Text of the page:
The release at hand, Monuments of Ecstasy, falls into a similar general style, with one foot set firmly in the grooves of ancient tribal sounds, the other in the fluid, dreamy and expansive textures of ambient electronic sounds. The six tracks here explore different variations of the style, anchored by Metcalf’s powerful hypnotic drumming, as well as Thomas’ didgeridoo, voices, clay and wood percussion. Roach weaves into this powerful fabric a dreamy wall of primal textures created with various analog and modular synths and processing, along with percussive grooves and sounds of mysterious origins. The pulsating framework that the trio operate within make this a very different animal than most of Roach’s solo works, which tend to float into a crossweb of organic flowing textures without any percussive elements. Here the mix of hand drums, didgeridoo and other indigenous percussion keep the sound alive and the listener in a constantly flowing state of hyper-perception, while the synths weave in and out creating a magical trance-like quality; one won’t fall asleep listening to this one, but its primal nature does tend to induce a spiritual euphoric feeling that permeates the being. -Peter Thelen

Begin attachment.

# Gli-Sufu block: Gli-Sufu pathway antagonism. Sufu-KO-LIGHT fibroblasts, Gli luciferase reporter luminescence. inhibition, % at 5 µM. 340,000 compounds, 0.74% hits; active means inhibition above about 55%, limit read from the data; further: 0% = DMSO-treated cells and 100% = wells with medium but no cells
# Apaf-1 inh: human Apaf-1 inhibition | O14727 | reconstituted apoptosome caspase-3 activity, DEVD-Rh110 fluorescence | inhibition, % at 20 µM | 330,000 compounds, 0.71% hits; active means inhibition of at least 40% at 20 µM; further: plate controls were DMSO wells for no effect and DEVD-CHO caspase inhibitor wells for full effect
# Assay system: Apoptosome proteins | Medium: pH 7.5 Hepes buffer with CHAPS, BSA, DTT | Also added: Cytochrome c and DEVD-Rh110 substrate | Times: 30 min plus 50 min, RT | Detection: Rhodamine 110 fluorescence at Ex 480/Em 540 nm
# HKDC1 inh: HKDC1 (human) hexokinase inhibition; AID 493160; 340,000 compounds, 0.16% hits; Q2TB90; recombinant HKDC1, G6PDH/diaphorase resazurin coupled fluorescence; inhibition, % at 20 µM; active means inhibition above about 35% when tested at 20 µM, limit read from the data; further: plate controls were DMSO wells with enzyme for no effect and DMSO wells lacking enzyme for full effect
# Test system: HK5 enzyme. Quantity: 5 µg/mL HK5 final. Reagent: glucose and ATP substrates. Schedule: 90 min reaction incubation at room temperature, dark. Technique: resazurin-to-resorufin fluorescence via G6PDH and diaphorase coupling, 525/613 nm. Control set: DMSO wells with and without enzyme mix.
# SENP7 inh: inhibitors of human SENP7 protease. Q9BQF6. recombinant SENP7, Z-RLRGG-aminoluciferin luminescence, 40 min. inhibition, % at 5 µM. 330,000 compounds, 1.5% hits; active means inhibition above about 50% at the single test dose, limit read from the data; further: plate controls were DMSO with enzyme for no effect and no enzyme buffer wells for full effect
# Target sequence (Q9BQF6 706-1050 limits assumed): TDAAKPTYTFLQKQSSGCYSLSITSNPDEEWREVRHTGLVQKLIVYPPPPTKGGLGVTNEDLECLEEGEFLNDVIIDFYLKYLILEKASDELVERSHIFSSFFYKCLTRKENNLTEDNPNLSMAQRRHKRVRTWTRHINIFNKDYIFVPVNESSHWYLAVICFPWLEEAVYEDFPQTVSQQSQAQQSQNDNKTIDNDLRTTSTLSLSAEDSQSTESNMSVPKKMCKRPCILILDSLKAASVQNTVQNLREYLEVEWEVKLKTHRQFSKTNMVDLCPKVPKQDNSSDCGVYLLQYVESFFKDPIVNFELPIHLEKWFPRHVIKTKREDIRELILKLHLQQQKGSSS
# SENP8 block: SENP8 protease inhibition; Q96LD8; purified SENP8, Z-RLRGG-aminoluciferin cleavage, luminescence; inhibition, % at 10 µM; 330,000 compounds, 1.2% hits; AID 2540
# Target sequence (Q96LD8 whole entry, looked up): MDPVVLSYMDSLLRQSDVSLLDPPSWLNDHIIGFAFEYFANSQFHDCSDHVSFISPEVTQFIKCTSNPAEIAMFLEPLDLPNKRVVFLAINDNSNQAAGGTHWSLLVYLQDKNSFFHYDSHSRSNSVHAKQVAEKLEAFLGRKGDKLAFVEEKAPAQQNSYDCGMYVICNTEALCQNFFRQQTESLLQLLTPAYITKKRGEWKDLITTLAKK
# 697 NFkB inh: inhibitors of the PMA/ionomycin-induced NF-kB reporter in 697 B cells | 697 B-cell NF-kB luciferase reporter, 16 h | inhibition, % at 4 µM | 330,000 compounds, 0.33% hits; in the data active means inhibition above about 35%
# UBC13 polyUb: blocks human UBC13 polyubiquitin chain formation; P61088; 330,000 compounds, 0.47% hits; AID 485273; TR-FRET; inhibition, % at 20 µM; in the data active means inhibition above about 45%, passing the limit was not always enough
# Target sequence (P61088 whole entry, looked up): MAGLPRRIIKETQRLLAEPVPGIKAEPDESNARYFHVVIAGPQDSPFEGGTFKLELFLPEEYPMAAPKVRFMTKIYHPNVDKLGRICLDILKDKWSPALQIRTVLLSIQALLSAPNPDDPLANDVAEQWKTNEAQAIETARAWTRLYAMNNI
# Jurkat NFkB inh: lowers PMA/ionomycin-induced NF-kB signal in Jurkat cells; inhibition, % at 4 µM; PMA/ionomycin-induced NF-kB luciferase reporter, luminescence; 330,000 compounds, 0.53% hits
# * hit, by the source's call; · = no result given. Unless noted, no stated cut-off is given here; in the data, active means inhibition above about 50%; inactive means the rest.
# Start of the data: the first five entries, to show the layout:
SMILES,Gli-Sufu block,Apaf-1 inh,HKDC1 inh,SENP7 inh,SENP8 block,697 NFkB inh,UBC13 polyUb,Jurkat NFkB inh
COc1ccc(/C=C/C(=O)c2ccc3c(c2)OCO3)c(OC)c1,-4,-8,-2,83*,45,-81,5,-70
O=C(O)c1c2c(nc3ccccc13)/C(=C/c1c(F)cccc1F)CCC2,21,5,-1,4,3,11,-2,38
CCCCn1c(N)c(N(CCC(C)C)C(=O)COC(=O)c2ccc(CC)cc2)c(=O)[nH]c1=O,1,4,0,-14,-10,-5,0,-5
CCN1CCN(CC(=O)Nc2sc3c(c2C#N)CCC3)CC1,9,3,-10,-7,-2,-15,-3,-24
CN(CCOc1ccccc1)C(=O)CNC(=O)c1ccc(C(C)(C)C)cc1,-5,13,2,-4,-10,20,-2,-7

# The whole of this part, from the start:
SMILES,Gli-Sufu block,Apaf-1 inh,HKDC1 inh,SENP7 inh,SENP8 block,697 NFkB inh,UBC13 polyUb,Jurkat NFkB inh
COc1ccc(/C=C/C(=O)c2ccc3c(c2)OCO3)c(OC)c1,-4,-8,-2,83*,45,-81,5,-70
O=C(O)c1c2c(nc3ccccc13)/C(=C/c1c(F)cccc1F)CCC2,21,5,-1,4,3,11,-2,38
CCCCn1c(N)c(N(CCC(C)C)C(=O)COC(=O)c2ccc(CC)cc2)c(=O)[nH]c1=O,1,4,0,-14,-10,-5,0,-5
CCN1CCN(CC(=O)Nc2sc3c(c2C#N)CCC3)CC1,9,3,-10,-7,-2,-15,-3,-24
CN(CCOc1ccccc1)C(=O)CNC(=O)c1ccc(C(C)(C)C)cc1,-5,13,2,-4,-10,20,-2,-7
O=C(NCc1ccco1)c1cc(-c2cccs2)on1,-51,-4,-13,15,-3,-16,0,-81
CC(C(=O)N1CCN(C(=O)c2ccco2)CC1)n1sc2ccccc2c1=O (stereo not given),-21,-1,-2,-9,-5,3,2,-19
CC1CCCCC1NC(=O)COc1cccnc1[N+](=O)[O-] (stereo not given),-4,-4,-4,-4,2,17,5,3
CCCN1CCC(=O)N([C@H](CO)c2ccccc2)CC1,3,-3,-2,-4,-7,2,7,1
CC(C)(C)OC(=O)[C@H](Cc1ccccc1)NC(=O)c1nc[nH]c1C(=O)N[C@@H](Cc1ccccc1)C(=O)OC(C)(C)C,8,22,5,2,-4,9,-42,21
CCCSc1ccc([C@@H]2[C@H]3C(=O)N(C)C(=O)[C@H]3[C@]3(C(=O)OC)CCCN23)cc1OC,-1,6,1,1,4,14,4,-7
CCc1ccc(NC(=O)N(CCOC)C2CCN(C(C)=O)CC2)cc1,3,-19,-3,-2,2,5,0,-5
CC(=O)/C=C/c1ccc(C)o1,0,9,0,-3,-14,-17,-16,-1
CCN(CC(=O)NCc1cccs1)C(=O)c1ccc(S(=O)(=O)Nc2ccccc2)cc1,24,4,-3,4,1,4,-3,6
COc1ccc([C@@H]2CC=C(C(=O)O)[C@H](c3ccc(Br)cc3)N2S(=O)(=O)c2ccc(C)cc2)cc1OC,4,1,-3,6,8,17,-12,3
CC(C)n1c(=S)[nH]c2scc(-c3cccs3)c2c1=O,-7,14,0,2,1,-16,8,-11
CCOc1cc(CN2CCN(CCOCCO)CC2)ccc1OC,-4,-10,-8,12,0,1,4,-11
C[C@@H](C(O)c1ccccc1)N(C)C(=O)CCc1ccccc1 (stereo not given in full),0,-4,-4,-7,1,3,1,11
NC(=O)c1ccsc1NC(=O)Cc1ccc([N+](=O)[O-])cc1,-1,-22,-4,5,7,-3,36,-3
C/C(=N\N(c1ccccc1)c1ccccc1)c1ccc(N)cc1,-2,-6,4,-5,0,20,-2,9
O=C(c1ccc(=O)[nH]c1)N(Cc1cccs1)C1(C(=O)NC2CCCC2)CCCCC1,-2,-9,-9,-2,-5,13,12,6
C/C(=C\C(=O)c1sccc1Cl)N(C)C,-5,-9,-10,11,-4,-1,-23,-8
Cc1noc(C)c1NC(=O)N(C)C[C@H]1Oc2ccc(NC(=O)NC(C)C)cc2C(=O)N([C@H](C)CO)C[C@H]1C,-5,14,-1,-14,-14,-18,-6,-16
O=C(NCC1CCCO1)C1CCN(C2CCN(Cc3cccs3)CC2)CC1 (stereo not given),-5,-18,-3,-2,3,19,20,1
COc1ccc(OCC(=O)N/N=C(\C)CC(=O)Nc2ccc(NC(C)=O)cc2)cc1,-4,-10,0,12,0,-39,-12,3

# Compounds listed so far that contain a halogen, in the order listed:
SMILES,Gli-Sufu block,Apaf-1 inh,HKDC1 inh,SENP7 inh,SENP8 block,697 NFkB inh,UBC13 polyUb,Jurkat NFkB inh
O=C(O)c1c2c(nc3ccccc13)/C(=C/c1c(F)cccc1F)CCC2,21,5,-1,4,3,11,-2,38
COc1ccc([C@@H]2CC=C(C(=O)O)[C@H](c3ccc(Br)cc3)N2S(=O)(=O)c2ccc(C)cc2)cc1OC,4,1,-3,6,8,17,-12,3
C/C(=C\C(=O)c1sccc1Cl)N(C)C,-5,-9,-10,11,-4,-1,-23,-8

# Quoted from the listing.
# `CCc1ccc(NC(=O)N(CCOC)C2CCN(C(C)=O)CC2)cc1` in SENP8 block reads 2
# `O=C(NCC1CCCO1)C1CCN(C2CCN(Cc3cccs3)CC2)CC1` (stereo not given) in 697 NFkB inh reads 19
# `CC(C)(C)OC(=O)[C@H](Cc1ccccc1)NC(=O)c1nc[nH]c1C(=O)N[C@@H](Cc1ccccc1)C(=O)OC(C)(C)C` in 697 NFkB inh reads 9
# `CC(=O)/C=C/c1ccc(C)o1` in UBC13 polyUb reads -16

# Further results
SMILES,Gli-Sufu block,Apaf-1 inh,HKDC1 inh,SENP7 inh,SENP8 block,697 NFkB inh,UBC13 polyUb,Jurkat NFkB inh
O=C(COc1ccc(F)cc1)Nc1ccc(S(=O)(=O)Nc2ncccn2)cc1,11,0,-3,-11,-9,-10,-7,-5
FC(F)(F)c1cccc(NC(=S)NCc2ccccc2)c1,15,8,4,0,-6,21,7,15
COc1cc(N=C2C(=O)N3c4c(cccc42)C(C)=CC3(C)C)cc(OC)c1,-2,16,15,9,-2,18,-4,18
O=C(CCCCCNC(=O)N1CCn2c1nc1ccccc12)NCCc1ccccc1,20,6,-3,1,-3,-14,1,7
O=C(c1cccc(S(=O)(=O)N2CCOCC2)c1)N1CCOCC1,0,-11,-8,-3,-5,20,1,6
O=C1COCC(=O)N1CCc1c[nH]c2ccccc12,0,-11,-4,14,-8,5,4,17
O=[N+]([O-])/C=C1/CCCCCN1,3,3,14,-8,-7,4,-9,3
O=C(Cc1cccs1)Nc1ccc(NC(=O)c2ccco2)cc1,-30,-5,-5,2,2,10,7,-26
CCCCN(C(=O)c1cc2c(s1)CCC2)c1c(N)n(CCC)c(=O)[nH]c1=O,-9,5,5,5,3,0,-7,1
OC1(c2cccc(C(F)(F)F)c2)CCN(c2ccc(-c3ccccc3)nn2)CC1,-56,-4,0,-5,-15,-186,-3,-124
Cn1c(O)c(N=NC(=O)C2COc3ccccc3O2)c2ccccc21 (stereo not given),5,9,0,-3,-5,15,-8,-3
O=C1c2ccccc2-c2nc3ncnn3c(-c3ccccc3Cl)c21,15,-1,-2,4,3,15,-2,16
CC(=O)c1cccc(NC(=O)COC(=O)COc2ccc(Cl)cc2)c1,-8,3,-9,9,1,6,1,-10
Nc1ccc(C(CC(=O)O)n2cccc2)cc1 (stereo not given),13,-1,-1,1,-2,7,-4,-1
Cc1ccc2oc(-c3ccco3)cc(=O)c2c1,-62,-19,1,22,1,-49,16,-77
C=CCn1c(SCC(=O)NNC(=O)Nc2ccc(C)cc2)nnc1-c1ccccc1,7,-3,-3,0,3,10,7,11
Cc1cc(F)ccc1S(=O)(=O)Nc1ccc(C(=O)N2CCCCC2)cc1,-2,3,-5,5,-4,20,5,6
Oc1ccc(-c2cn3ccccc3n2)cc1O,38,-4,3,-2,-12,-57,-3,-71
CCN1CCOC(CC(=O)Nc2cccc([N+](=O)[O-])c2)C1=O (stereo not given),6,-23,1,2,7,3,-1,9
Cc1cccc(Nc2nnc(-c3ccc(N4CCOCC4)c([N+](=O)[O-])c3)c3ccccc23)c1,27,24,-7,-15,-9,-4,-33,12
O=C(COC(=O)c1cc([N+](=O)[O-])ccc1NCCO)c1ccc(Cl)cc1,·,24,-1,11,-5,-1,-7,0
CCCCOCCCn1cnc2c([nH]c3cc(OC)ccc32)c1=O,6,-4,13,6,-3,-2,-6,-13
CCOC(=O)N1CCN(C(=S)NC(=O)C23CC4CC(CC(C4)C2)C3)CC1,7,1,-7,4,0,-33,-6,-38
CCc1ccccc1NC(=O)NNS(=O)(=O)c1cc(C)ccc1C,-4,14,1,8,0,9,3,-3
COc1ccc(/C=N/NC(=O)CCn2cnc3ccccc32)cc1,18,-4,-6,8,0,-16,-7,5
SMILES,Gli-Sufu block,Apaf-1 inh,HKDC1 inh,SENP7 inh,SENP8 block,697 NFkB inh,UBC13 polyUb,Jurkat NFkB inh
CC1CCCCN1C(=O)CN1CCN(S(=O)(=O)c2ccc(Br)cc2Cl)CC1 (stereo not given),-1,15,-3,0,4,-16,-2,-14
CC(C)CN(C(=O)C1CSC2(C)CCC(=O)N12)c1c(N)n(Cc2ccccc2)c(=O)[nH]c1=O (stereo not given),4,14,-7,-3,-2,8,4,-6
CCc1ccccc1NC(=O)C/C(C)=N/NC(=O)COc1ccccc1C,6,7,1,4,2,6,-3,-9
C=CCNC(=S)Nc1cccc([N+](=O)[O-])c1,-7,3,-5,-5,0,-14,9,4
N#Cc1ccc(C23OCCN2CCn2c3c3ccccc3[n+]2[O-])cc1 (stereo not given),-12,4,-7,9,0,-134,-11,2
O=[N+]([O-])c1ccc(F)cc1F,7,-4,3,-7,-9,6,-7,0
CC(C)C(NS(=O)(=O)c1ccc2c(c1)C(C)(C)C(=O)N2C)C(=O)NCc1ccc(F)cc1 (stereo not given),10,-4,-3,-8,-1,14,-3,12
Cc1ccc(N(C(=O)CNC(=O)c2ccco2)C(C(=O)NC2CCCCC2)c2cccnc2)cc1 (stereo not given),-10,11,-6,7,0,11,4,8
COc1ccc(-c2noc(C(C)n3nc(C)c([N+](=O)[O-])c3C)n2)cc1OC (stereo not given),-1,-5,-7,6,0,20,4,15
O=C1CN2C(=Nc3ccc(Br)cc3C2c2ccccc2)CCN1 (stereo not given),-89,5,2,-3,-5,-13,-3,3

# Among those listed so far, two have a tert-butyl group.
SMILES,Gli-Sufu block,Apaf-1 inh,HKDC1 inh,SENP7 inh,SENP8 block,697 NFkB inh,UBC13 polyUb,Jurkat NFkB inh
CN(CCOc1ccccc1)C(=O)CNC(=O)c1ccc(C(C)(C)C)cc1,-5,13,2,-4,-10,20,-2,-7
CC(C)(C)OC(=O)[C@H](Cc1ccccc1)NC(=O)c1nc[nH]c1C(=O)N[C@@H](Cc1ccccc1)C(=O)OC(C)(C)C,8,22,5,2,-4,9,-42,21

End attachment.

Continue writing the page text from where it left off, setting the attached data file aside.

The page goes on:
8. Richard Gurtler

    From Relaxed Machinery